Part 4


by Andrew Woznicki

Urihi and Yahi

In his speech delivered to the Brazilian National Congress, Davi Kopenawa Yanomami said: "I [also] want to say that our Federal Government thinks that if we have a lot of land, we are going to make another country. It's not true. The government is wrong. That's not what we want--to make another city. For us, what's important is the forest, to gather fruits, to kill game, tapirs, and pigs, and to fish. For us, that is what is very important. Without land, there is no life. The Indian has to have land in order to live.1"

In the mentality of Yanomami, 'land' is not experienced as an inanimate and motionless object, which can be possessed by some particular individual or any specific group of people. For Yanomami, as for any aboriginal population, their land' is perceived as a cosmic living organism, an animated habitat populated not only by visible creatures, but filled with innumerable spiritual beings with their supernatural powers. As a matter of fact, these spirits had been dwelling on earth a long time, and intermingling with all other creatures. Moreover, Yanomami are living not only "in intimate association with the monkeys, tapirs, deer, and birds of the forest but also have been--or might be--these very creatures."2 But in opposition to animals and spirits, Yanomami are "human beings" by belonging "to one of the teri groups that speak a comprehensible language,"3 and by having access to wahahirai through which they possess the power of transmutation and permutation of different forms of urihi and yahi.

Waha hirai, then, conceived as the transcendental power of man for spiritual permutation of all the natural things, is the very principle of unity and diversity of the theantropic nature of urihi and yahi, through which Yanomami is able to live according to his natural desires and his supernatural wishes. As a matter of fact, the world of urihi and yahi constitutes a specific unified and diversified cosmic order, and which is--in the theantropic consciousness of Yanomami--experienced in both horizontal and vertical mode of their perception; in the former the world of urihi and yahi manifests itself as a diastatic living Organism composed of innumerable diverse natural forces, and in the latter as a diathetic spirited Whole with a specific supernatural power(s) dispersed within the entire Universe. Now, living in this twofold cosmic order of urihi and yahi, Yanomami is convinced that the natural and supernatural powers are at his disposal for self-transformation, the powers which he inherited from his mythical ancestors (no patapi tehe).4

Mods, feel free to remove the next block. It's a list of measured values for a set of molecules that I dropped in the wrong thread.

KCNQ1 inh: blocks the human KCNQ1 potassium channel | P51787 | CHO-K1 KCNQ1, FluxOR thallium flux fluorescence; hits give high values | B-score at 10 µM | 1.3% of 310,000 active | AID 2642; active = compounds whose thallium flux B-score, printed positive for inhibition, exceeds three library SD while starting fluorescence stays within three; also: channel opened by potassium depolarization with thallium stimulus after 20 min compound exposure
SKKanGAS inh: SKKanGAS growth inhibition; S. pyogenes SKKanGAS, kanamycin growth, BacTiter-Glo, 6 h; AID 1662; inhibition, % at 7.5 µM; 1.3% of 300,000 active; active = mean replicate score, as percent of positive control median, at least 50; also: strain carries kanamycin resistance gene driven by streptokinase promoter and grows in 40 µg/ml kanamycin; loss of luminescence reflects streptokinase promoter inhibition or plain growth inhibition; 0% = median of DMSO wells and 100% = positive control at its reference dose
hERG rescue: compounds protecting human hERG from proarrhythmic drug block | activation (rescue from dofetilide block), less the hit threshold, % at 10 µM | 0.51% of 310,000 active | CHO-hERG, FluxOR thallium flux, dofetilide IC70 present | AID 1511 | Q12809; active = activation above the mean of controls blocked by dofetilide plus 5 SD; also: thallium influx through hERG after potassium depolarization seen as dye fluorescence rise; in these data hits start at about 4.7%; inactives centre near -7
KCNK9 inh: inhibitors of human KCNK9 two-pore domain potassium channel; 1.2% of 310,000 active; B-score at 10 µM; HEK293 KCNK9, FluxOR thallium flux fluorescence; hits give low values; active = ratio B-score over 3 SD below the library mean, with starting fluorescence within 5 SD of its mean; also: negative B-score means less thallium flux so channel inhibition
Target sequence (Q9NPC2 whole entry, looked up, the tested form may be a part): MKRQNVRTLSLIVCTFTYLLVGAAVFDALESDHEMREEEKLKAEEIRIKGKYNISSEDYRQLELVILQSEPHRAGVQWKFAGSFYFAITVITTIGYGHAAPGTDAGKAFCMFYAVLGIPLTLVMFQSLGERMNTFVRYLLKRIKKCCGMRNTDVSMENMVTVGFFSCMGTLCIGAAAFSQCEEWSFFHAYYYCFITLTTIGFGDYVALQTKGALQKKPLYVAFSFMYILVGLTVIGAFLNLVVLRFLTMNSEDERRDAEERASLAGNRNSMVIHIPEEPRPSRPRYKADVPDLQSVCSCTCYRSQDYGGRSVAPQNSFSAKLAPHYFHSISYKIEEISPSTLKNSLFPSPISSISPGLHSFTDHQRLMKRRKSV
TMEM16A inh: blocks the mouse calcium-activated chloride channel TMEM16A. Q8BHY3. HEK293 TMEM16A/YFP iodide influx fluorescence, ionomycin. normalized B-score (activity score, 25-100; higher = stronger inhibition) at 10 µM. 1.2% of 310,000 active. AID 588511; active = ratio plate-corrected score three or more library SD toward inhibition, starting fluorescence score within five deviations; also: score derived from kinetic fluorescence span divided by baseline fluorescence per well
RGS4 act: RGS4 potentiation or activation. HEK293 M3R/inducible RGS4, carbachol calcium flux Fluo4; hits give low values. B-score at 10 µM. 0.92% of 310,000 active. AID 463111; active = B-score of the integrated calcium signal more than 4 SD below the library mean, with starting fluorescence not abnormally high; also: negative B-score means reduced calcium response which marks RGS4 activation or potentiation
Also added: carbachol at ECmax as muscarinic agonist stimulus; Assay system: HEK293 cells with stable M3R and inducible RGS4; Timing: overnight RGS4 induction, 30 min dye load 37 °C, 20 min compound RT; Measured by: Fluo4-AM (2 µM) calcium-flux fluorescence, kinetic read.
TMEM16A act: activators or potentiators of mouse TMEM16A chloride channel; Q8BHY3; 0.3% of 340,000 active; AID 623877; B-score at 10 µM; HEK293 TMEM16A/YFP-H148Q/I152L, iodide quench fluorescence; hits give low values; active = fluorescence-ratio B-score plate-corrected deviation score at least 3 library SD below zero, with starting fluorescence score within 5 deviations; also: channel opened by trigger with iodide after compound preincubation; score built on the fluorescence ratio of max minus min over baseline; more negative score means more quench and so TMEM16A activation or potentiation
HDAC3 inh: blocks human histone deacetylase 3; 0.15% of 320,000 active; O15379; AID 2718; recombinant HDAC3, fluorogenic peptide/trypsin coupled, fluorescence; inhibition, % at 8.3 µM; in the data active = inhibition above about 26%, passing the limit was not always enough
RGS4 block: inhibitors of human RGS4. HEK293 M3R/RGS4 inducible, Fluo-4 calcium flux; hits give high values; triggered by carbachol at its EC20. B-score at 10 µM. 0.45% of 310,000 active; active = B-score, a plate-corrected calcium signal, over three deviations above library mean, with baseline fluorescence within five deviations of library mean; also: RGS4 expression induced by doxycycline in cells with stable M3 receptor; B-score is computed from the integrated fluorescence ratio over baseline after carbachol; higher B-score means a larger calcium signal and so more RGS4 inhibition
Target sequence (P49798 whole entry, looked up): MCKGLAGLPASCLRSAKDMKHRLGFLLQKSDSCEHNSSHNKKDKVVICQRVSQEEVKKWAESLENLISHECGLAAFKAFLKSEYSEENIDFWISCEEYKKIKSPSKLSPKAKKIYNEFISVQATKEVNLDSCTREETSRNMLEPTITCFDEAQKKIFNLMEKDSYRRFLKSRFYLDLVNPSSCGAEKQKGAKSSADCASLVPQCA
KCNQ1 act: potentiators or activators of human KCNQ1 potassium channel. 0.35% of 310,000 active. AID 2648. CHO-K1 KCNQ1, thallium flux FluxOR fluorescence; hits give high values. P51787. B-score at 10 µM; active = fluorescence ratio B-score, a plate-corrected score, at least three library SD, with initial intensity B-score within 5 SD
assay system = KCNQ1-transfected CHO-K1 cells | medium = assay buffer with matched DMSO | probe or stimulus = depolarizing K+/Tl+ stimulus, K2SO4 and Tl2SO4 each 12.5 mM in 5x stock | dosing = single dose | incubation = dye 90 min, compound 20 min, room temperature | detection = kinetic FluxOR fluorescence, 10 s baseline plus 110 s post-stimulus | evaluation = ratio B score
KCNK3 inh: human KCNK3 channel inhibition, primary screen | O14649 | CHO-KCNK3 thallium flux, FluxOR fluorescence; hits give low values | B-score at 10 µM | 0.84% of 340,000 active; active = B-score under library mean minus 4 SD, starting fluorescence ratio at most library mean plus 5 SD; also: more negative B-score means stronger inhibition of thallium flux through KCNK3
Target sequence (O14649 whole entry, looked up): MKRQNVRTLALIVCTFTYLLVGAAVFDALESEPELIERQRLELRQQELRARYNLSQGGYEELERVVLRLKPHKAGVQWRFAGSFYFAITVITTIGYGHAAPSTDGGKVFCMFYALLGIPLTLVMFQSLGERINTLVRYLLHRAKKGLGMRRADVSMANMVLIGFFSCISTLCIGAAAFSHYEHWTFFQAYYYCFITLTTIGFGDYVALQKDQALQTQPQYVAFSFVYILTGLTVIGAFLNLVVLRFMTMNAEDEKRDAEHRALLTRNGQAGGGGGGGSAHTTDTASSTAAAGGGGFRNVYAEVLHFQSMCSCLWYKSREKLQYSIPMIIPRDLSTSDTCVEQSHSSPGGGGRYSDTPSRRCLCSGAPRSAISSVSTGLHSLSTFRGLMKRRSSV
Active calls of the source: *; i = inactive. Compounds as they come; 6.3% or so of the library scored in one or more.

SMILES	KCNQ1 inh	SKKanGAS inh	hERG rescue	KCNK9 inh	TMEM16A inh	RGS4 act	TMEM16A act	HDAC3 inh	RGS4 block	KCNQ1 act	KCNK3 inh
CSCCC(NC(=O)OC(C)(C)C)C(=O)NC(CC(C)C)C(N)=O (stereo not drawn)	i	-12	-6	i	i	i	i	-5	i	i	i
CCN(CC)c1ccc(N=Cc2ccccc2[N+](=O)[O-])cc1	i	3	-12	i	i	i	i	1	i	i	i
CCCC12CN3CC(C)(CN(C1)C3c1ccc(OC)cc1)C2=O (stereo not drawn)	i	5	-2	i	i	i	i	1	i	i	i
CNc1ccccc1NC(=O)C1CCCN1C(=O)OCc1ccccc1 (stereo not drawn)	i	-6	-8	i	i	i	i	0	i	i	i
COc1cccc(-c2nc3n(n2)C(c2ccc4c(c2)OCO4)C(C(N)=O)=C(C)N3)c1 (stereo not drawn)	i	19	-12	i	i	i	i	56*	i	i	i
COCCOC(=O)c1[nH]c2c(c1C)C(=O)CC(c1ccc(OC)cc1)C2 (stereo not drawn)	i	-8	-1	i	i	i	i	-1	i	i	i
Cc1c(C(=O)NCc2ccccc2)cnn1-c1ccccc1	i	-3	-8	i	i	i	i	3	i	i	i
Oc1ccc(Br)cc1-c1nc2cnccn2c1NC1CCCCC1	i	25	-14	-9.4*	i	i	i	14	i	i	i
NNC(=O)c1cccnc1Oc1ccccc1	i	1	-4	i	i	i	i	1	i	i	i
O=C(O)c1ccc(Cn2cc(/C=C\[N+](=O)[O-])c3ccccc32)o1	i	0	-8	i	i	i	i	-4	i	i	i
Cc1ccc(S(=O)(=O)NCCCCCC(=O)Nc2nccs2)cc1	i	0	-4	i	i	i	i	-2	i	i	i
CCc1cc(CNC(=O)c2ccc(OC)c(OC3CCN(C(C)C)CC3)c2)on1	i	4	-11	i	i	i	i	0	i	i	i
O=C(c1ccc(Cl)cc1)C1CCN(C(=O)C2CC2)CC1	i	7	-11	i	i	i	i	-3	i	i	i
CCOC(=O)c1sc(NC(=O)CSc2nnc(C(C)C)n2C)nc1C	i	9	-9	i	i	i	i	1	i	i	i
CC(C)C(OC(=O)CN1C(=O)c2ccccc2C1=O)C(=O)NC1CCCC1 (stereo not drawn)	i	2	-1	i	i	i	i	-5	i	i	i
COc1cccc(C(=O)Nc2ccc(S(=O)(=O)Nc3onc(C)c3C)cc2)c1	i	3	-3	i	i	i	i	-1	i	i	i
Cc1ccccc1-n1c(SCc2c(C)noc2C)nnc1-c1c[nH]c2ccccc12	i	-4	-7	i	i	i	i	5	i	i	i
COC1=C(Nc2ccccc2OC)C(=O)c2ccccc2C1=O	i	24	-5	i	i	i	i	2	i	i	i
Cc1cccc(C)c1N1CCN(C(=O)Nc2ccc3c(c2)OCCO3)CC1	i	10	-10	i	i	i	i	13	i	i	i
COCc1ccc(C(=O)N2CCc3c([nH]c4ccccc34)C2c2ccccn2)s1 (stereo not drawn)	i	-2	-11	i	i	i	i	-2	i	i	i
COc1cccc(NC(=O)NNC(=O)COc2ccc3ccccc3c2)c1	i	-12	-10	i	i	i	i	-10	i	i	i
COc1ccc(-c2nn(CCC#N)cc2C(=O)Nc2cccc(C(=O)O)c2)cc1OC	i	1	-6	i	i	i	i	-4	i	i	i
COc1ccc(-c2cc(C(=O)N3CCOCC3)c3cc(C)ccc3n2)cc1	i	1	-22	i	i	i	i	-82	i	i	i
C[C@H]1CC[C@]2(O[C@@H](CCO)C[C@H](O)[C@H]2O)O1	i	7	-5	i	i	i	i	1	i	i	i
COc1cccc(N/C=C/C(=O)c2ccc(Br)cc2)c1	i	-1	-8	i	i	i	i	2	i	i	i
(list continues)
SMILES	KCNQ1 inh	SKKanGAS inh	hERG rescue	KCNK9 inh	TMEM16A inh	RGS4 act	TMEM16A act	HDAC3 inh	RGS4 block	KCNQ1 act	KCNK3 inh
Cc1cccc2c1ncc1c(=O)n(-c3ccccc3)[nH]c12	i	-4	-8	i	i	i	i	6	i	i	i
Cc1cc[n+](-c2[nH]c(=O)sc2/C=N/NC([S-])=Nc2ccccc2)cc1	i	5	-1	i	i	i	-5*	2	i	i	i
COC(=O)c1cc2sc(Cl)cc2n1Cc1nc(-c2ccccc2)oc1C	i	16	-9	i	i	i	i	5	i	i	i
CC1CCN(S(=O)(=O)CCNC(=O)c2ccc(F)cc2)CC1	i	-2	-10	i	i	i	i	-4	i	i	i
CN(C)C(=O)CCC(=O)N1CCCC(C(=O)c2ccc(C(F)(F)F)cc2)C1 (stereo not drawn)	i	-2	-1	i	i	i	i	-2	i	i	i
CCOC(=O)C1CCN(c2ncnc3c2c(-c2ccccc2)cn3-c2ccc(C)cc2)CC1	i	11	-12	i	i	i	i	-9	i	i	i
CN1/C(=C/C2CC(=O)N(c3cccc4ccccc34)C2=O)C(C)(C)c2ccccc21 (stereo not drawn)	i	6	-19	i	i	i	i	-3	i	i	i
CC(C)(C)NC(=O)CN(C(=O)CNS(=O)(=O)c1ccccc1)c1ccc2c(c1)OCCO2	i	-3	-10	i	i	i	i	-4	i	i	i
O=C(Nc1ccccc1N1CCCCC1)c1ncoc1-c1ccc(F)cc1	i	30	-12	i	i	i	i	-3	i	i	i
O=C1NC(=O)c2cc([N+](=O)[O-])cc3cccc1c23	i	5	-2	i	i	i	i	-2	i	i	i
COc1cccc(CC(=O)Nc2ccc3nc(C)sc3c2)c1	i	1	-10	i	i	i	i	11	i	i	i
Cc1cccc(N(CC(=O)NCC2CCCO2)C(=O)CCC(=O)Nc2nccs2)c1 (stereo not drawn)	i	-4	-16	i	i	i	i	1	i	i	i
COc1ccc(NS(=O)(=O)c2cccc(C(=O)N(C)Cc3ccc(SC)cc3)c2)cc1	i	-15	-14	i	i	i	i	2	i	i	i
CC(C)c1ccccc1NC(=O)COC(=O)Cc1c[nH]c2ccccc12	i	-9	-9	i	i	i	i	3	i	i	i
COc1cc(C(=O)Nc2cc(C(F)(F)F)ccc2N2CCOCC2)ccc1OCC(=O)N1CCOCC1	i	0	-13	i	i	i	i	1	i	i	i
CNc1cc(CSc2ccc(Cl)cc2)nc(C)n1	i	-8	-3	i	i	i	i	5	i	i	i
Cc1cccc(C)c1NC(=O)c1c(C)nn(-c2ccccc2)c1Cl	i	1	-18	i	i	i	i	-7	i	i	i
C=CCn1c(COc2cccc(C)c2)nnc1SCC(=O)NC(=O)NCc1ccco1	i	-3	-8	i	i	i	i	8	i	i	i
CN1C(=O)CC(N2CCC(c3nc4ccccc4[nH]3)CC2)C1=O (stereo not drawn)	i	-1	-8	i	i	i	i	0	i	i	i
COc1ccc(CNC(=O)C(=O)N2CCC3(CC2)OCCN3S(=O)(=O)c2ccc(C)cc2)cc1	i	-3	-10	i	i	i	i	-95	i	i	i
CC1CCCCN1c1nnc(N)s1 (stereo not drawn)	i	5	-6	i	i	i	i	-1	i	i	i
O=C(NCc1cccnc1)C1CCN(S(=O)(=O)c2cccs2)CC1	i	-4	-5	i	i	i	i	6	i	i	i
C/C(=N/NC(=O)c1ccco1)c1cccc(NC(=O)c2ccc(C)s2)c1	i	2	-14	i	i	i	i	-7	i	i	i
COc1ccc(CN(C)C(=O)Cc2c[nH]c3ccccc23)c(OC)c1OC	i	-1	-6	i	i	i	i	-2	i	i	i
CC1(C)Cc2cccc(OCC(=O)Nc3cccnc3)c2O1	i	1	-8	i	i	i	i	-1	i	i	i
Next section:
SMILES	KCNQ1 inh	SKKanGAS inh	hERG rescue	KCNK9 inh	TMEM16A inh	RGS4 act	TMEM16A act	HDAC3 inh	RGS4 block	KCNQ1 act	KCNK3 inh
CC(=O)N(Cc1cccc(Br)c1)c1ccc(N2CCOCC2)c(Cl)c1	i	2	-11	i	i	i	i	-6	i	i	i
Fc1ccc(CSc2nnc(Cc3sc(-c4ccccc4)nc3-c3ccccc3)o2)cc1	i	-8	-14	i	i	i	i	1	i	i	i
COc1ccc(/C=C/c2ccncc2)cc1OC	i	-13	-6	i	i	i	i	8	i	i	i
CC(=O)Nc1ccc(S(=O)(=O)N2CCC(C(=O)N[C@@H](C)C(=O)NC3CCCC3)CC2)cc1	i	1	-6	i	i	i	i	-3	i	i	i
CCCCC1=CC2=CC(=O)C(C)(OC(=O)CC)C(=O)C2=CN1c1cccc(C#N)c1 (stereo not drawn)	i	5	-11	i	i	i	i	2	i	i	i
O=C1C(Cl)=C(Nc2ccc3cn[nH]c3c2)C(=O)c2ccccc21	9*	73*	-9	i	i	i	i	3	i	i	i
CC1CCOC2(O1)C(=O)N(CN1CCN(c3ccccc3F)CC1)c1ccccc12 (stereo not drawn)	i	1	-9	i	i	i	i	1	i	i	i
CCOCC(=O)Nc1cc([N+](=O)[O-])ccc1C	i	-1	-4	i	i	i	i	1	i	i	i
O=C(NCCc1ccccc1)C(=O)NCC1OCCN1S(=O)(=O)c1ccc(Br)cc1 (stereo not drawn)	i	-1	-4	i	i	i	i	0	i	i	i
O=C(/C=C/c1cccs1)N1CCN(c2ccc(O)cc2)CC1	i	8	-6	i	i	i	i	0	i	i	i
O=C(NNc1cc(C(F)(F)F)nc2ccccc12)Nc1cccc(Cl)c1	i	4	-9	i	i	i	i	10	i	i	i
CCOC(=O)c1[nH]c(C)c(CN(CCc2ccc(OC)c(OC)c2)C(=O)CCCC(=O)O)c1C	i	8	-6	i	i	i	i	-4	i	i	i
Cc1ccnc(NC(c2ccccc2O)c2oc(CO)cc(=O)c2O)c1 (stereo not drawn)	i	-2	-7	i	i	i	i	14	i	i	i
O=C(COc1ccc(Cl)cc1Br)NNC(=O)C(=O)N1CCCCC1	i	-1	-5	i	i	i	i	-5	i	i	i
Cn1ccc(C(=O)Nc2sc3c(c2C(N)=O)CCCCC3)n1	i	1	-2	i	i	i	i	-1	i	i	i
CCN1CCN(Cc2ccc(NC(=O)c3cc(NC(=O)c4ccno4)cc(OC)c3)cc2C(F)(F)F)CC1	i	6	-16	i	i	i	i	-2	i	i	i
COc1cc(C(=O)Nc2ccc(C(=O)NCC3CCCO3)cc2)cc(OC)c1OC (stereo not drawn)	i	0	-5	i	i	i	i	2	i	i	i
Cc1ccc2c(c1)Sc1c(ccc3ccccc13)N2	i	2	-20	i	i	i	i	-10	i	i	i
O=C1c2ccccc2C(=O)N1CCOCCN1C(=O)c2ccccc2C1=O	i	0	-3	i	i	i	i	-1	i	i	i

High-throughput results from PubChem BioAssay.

In the beginning of the World, all the natural things constituted one living cosmic unity, and all creatures were like humans. These humanoid predecessors of all the natural things, became prototypes for all living creatures of the forest: the plants, insects, birds, animals The process of transformation began with the transformation of urihi, and with the transformation of yahi, when the original humanoid creatures have been changing into different classes of creatures: "The first people transformed as the forest was transformed. Those people who were created first became animals when this earth was created; they became parrots, agoutis, tapirs, caimans. The macaws, the red brockets, the jaguars, the toucans, the sloths, the armadillos that we see now, they are these people who were transformed in primeval times, and then scattered as game in all directions. First there were no animals. The meat we eat today is from these people who were transformed into animals from animal ancestors."5

Now, this diathetically unified zoistic reality and diastatically diversified subsisting totality, constituted one divine millieu. This zoistic divinity reflects Yanomami God, but who--in words of L. Cocco--"does not remain good, hearty, and benevolent, but become irascible and revelrous as well."6 As a matter of fact, this primeval divinity between space and time, splits itself, so-to-speak, into the opposite attributes, thus undergoing various self-transformations. Therefore, in this divine millieu there emerges a specific creative discord between the humanoid ancestors and the succeeding creatures, a spiritual tension through which various forms of living creatures emanated. The Catrimani interpretation of the zoistic strife between space and time of all the natural things can be seen in the myth of Yaori, Parori and Titi.